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In my country recommendation letters to enter the equivalent to an MBA or PHD are just a suggestion, not necessarily, and/or irrelevant. In some cases they are shunned because they are considered related to nepotism. The only time they are needed is when applying abroad.

The question is: Why are recommendation letters considered important (if they are) in your universities and how is that importance measured?

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  • Related answer of mine, about the different expectations about recommendation letters in different countries. – Massimo Ortolano Oct 24 '19 at 17:21
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    I think you need to make this question more specific by telling us which country you are interested in. As you've noted in the question, the importance (and use) of recommendation letters varies a lot by country. – Flyto Oct 24 '19 at 17:34
  • @Flyto rather than being interested in 1 country, I want to see the differences between countries and arrive tot he general consensus. – deags Nov 27 '19 at 16:55
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In some other places, such as the US, no one would likely view them as nepotism unless they came from a relative.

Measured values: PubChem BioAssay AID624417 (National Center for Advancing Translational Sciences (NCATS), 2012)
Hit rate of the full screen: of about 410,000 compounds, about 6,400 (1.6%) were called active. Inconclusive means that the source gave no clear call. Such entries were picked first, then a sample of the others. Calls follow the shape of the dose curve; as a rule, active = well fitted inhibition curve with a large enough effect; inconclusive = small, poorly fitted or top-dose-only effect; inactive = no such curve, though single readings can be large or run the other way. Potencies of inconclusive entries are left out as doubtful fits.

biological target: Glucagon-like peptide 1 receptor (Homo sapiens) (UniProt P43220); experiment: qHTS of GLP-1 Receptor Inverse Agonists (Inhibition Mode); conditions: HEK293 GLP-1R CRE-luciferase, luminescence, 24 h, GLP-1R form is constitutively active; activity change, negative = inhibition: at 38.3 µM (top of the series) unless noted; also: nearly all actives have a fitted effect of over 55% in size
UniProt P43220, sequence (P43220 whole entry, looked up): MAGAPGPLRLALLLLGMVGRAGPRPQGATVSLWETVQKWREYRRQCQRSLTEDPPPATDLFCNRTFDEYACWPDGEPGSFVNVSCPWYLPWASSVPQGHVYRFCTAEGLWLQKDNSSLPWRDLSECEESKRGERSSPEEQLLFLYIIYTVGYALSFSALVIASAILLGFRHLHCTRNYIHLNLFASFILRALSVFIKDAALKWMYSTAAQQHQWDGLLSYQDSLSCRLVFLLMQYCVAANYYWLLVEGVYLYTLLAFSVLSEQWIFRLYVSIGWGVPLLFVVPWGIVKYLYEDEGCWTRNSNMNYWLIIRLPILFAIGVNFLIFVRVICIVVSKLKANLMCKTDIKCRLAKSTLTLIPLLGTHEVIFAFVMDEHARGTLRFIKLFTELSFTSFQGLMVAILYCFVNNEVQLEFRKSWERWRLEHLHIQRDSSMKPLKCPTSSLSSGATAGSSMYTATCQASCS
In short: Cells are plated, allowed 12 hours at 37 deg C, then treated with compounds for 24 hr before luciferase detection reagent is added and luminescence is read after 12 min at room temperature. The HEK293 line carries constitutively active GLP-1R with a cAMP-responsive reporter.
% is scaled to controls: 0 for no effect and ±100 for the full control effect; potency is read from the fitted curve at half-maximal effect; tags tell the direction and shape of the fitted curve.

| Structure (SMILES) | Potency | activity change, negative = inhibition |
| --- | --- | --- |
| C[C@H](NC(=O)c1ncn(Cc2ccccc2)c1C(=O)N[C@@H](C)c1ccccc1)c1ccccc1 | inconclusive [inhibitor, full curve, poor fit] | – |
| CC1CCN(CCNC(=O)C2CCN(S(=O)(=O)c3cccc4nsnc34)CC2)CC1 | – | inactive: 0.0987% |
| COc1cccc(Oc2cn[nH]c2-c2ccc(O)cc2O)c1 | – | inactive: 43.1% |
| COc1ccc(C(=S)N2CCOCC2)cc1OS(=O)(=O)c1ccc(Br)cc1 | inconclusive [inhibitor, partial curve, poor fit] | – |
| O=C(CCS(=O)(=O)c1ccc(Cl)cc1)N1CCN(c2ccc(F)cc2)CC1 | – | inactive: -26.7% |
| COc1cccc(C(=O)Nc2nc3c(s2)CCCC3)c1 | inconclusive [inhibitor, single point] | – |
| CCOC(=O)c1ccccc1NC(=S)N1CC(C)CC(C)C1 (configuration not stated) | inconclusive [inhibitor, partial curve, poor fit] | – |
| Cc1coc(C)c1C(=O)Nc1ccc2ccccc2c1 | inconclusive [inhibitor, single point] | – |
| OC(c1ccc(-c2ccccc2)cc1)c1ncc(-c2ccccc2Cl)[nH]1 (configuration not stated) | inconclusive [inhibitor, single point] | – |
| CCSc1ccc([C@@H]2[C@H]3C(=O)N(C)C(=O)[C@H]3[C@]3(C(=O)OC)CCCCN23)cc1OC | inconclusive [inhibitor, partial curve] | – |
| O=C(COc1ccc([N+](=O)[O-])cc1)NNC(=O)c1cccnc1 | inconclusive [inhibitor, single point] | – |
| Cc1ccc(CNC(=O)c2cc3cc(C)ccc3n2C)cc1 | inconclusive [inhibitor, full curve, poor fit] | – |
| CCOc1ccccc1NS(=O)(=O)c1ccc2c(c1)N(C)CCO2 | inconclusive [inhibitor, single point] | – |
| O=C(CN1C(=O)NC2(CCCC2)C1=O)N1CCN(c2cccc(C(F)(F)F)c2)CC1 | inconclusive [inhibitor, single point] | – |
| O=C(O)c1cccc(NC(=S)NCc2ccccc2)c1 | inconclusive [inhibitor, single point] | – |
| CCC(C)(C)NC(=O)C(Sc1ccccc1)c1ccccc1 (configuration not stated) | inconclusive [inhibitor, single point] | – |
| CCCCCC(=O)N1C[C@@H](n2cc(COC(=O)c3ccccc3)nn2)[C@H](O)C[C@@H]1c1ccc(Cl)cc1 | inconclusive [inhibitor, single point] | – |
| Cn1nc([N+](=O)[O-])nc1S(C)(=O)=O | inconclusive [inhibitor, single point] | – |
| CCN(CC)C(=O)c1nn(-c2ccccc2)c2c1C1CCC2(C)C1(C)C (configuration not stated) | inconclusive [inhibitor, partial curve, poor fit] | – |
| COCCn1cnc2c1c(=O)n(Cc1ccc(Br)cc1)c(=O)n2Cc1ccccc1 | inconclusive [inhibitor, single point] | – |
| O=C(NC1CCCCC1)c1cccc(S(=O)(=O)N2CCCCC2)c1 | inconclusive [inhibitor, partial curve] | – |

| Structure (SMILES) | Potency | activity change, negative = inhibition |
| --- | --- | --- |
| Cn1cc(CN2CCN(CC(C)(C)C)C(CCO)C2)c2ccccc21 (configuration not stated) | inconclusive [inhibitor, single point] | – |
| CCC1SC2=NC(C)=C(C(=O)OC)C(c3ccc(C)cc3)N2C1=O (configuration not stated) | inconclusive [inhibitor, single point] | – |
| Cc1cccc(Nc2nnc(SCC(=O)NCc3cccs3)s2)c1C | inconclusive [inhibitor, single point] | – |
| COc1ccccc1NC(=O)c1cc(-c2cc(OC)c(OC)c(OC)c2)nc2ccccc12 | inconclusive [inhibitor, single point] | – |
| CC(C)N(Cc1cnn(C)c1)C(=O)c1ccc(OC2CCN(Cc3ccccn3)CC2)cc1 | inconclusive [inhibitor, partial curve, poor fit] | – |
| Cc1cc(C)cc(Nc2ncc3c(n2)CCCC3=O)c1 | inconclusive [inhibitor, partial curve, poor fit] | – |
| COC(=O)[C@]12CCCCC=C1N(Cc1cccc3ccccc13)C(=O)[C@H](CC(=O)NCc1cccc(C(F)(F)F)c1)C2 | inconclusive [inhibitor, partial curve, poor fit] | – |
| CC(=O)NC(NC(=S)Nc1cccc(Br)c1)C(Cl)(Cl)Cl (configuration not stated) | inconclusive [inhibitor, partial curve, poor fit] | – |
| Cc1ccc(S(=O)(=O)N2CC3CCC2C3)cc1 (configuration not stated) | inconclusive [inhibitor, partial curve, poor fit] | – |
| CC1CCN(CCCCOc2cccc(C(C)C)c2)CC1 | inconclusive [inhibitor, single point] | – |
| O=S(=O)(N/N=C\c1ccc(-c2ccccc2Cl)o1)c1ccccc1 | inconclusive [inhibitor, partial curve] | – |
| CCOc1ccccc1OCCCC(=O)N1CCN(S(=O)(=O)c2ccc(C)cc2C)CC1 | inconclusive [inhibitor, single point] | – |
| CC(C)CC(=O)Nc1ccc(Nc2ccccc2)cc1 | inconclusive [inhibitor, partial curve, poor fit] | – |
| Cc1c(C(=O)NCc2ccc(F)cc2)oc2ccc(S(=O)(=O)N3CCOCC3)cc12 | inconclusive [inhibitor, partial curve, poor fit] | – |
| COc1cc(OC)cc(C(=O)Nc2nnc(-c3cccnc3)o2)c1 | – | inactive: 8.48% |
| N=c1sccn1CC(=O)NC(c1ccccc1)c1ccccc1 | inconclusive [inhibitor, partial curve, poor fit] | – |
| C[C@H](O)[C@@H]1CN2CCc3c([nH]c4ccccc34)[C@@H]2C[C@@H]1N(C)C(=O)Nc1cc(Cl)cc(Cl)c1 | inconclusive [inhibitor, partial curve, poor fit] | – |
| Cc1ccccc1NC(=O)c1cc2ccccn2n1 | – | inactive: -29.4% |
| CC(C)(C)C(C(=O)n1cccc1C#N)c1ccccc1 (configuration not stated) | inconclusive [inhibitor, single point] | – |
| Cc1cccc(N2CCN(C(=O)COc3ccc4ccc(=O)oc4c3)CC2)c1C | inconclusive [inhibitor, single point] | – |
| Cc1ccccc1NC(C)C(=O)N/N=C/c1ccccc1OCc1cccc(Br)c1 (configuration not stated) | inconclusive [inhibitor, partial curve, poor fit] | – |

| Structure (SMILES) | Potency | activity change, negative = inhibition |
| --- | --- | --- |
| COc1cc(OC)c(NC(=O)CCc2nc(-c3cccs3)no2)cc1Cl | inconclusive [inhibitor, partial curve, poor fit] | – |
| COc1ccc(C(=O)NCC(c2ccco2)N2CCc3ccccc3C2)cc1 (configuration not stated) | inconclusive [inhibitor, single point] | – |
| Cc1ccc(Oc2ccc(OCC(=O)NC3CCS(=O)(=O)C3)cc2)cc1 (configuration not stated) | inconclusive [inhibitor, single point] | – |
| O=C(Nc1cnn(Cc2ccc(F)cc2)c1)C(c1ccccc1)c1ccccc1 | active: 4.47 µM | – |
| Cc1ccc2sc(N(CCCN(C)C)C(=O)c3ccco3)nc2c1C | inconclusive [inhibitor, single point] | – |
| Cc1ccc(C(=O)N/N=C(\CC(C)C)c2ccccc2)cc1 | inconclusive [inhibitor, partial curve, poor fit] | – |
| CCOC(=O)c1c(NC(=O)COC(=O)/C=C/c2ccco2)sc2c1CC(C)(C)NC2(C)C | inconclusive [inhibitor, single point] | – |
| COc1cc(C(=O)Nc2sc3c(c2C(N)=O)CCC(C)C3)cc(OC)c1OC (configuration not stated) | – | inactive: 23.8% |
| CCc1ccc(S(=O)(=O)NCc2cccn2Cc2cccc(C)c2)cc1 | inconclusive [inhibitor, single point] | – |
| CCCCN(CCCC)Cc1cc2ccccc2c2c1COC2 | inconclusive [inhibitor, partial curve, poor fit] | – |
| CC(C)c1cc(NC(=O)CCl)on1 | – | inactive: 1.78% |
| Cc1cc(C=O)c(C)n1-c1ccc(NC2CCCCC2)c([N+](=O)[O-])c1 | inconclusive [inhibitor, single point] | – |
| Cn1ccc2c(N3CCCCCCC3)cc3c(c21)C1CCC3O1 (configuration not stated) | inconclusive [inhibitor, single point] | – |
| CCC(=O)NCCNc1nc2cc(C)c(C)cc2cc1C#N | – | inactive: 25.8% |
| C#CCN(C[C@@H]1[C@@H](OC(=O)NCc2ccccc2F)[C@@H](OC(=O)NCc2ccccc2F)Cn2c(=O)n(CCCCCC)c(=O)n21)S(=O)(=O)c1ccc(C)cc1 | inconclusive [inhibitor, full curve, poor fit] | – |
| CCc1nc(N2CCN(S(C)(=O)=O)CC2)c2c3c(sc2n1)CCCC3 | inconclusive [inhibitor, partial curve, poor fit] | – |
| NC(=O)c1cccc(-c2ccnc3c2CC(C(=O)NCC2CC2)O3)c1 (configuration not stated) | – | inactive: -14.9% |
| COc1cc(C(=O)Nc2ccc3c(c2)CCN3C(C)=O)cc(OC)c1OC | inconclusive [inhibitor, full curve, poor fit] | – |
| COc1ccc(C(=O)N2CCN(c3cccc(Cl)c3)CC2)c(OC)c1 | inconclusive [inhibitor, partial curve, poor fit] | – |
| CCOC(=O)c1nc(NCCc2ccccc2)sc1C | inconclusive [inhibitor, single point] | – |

The purpose is to give the receiving institution an independent evaluation of the candidate from someone, such as a professor, who is in a position to know both the background and the likelihood of success of that person. Usually the recommender has some standing in the academic or professional community and who can be trusted to give an honest evaluation.

In many places, such as the US, they are all important, outweighing many other factors. It is unlikely you would be admitted to a program based only on letters, but very difficult without good and supporting letters. Don't neglect them if you are applying internationally.

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    "In other places, no one would likely view them as nepotism unless they came from a relative": In my country too recommendation letters are frequently viewed as a form of nepotism, from whoever they are written. Actually, almost any sentence containing the word recommendation is looked suspiciously. I'd say that only recently, for a few selections, recommendation letters have been accepted, but it's not a generally accepted practice around here. – Massimo Ortolano Oct 24 '19 at 17:31
  • @Buffy would I be right in guessing that you are writing this from a US viewpoint? If so, I suggest saying so in the answer. – Flyto Oct 24 '19 at 17:35
  • @Buffy I too suspect you are from USA. Can you share which (with certainty) other countries you are mentioning? In the rest of America (minus Canada) recommendation letters are generally suspicious due to problems of corruption, discrimination and nepotism. – deags Oct 28 '19 at 16:56
  • @deags, sorry I can't offer details, but this saddens me immensely. – Buffy Oct 28 '19 at 16:58
  • @Buffy It's alright. You offered the reasons why such letters matter in your country at least, meanwhile for other countries it also stands why it's exactly the contrary. – deags Oct 28 '19 at 17:42

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